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Bird, Arthur

berlin organist music american

Bird, Arthur, American pianist, organist, music critic, and composer; b. Belmont, Mass., July 23, 1856; d. Berlin, Dec. 22, 1923. He began his training with his father and uncle, both composers and compilers of hymn tunes. By age 15 he was an organist in Brookline and Cambridge, Mass. After studies with Haupt, Lôschhorn, and Rohde at the Berlin Hochschule für Musik (1875–77), he was a church organist in Halifax, Nova Scotia (1877–81). From 1881 to 1886 he was again in Berlin for composition studies with H. Urban, and also spent several months with Liszt. After serving as director of the Milwaukee Music Festival in 1886, he settled in Berlin and wrote for such American journals as the Etude and Chicago’s Musical Leader . In his articles, he violently attacked Richard Strauss and other composers of the day. In 1898 he was elected a member of the National Inst. of Arts and Letters. His works were written in a conservative, late Romantic style. Much of his music was publ. abroad, which accounted in large measure for his relative obscurity in America. He was a major composer of pieces for the American reed organ (harmonium) in the 1890s, but composed little after 1900.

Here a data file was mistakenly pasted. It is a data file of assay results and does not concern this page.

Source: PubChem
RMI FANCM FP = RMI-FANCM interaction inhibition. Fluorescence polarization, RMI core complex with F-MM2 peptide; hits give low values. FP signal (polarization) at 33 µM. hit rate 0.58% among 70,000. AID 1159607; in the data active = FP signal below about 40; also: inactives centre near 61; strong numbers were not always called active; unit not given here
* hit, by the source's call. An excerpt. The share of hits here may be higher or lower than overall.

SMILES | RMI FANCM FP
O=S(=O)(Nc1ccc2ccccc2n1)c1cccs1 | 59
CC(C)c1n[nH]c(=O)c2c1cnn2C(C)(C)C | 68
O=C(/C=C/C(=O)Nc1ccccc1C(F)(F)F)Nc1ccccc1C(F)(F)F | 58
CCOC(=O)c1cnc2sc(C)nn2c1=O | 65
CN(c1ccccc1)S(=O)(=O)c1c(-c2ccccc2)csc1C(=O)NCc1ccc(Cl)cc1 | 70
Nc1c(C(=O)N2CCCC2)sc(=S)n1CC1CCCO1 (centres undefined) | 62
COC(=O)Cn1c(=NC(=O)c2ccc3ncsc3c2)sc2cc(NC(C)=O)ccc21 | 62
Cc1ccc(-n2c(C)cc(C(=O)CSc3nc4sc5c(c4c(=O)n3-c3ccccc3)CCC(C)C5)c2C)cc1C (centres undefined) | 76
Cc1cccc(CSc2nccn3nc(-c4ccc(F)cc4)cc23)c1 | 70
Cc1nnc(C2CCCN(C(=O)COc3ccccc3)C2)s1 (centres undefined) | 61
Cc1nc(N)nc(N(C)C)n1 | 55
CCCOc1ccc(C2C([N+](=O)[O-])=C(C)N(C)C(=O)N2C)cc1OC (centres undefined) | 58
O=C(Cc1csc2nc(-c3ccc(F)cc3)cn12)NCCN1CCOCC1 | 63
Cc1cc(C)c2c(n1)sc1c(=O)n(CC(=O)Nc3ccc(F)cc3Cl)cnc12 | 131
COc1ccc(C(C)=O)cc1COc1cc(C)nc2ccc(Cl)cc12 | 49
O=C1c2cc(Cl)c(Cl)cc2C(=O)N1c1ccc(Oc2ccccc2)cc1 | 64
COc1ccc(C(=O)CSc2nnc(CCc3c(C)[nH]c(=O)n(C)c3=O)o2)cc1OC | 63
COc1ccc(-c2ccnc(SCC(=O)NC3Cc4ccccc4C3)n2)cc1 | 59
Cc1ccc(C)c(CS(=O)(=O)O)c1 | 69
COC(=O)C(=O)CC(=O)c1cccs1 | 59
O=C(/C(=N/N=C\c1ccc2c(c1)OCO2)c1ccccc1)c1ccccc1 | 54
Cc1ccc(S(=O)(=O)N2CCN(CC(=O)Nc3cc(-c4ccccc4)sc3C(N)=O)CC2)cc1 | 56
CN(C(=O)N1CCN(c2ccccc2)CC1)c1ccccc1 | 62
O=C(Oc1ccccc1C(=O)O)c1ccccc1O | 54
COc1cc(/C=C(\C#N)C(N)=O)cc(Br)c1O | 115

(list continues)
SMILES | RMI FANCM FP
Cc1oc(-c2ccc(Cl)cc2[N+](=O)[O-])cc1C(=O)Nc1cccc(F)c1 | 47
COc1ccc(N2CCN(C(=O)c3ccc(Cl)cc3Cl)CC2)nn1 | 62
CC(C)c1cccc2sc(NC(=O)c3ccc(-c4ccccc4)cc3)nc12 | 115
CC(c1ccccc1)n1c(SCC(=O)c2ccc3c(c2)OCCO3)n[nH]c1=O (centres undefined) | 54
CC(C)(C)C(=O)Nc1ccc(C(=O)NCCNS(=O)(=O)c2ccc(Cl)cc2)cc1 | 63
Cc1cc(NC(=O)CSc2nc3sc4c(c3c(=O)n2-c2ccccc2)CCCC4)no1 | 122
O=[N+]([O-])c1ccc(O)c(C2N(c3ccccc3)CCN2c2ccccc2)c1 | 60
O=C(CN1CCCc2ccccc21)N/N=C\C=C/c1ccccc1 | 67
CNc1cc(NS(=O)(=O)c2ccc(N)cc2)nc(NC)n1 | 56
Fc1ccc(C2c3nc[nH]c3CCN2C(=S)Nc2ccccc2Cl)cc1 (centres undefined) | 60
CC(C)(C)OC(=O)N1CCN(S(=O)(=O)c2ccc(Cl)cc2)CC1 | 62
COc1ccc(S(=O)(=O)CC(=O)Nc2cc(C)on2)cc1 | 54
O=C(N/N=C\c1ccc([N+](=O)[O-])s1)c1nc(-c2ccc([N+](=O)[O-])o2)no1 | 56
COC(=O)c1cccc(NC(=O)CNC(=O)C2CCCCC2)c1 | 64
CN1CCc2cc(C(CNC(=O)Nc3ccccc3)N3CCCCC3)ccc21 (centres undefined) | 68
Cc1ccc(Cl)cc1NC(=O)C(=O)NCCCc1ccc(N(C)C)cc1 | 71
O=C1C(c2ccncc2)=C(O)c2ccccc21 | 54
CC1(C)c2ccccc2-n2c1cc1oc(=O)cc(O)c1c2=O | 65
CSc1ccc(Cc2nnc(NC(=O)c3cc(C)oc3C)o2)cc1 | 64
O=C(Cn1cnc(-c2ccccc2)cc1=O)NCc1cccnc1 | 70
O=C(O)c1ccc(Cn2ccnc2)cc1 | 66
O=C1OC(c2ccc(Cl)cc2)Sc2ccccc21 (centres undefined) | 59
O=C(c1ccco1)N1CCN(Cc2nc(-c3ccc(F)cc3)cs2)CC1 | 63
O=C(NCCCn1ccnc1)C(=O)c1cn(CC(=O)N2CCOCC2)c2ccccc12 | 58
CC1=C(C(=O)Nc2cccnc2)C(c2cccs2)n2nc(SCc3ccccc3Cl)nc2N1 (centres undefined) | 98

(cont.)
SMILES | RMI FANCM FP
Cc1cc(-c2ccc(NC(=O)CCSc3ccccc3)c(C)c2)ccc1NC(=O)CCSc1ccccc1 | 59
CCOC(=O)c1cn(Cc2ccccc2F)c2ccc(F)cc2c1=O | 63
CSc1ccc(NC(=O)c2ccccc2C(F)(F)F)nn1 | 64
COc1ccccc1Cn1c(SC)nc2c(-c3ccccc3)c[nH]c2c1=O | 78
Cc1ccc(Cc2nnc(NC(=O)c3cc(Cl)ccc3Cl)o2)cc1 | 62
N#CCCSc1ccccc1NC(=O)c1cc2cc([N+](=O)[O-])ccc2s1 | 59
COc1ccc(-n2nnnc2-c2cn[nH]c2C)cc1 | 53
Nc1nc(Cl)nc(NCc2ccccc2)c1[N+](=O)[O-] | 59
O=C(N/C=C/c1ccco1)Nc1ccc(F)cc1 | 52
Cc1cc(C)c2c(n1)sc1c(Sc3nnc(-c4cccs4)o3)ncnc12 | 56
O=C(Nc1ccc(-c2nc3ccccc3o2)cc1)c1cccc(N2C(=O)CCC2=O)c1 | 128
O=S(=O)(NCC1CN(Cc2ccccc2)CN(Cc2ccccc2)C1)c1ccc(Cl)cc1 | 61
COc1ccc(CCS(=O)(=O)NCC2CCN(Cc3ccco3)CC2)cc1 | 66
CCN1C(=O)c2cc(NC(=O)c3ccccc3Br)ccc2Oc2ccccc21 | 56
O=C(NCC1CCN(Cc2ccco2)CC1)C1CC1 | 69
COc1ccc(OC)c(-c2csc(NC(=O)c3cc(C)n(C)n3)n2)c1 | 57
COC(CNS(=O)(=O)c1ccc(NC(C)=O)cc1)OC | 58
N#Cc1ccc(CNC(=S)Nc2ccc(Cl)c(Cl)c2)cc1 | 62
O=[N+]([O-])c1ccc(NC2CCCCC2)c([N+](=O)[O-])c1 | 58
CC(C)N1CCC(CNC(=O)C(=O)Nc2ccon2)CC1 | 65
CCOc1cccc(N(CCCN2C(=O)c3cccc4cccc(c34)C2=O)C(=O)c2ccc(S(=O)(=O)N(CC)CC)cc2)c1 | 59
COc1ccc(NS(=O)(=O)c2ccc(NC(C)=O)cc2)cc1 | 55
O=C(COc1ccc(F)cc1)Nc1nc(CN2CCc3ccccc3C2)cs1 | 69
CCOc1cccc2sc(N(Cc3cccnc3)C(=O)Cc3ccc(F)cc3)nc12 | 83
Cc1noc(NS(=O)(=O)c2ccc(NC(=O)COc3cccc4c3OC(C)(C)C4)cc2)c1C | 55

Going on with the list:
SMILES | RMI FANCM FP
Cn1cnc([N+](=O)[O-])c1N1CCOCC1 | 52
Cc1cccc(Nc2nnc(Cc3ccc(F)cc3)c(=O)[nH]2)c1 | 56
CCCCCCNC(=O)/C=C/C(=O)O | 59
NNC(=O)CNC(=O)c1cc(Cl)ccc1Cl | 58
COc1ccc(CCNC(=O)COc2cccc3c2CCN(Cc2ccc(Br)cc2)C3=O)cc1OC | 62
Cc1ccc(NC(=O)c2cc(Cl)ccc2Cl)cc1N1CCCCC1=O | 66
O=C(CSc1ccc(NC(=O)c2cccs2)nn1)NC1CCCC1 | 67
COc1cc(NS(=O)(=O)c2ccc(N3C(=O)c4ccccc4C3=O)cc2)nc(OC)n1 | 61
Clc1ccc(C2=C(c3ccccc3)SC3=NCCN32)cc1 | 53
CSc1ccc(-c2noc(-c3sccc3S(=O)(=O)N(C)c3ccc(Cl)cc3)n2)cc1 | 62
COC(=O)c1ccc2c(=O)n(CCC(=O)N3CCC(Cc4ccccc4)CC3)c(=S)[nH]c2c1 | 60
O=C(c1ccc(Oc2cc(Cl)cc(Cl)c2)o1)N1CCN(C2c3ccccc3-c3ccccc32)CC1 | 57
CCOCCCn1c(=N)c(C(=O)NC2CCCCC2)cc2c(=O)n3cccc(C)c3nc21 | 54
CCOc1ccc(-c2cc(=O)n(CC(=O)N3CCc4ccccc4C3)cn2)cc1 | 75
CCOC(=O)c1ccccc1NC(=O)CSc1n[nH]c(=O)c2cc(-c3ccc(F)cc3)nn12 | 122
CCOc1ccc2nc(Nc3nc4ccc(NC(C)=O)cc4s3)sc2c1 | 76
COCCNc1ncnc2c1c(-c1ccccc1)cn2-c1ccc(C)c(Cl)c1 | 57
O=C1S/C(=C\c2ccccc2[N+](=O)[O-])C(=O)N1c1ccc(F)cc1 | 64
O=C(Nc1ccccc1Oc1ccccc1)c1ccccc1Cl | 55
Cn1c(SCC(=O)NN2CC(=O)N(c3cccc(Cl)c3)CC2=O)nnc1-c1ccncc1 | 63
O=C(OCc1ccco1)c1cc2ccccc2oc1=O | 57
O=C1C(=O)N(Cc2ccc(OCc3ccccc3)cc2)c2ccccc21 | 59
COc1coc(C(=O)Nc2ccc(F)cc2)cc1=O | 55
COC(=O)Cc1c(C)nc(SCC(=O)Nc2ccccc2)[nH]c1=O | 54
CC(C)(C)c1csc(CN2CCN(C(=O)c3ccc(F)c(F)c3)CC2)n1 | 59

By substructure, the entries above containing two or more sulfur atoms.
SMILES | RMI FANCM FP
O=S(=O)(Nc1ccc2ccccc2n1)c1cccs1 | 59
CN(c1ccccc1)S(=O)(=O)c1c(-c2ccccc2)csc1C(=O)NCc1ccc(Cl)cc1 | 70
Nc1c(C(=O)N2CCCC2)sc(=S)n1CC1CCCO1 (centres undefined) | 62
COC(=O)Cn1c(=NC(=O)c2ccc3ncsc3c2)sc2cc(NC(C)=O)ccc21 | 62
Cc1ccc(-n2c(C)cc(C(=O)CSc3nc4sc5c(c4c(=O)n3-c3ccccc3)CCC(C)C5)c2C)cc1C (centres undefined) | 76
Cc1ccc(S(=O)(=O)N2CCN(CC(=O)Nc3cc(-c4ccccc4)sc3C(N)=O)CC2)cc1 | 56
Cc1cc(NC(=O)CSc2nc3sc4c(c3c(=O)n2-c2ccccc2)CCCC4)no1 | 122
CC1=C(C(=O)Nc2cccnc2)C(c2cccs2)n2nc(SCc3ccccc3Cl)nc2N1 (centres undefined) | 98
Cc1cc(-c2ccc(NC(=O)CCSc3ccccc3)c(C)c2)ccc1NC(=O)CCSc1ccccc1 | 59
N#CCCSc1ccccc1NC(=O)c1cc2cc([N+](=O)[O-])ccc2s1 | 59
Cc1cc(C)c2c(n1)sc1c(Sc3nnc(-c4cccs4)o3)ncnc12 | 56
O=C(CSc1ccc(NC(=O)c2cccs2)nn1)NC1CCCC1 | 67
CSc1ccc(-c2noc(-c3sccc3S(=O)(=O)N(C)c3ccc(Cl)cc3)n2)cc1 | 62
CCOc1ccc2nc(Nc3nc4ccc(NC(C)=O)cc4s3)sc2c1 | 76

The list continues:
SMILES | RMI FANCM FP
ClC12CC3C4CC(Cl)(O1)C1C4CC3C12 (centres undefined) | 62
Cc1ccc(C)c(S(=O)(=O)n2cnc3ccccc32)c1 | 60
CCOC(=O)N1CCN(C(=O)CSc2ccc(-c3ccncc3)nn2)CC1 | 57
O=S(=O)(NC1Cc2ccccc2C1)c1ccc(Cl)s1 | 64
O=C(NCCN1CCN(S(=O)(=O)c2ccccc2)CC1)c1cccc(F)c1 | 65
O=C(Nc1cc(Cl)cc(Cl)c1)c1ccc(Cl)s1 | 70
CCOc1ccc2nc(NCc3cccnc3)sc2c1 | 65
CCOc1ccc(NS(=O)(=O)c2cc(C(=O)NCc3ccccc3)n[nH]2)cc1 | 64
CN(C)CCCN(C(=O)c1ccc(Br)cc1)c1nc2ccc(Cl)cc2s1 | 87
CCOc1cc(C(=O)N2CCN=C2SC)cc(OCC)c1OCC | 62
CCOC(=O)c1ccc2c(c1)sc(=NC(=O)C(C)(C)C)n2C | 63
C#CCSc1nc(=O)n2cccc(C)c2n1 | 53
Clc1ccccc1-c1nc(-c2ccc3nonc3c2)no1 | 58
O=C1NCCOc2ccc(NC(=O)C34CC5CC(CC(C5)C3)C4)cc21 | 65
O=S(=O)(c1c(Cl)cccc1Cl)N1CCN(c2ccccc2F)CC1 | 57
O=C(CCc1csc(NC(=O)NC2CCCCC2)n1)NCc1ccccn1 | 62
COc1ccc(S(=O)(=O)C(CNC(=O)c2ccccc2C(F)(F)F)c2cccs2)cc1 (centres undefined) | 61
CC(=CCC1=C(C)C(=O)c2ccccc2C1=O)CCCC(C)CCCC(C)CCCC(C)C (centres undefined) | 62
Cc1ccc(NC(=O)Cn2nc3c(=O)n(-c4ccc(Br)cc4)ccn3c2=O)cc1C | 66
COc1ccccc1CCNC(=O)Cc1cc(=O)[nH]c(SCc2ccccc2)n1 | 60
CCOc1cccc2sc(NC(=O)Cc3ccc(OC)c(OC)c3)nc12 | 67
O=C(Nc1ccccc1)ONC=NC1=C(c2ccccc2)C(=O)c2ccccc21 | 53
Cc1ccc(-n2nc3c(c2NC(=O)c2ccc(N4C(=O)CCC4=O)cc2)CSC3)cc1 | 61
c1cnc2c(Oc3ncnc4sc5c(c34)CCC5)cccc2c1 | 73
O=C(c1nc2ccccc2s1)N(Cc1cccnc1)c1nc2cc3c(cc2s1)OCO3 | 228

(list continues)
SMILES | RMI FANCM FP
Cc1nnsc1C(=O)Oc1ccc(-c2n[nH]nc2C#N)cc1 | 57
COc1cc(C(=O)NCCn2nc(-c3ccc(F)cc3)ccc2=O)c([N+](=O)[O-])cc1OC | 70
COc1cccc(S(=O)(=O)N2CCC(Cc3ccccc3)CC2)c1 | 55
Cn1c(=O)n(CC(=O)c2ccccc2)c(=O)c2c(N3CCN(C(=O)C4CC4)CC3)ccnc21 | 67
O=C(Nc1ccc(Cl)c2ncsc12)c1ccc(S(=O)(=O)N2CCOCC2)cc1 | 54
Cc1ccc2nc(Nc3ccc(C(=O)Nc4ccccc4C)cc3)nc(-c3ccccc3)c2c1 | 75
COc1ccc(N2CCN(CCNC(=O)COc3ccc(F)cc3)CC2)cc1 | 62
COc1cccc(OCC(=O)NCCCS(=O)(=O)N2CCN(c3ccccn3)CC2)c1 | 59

Birds, Symbolism of [next] [back] Birch, Adolpho A., Jr.(1932–) - Lawyer, judge, Collegiate and Law School Years, Chronology, Relocates to Nashville, Tennessee

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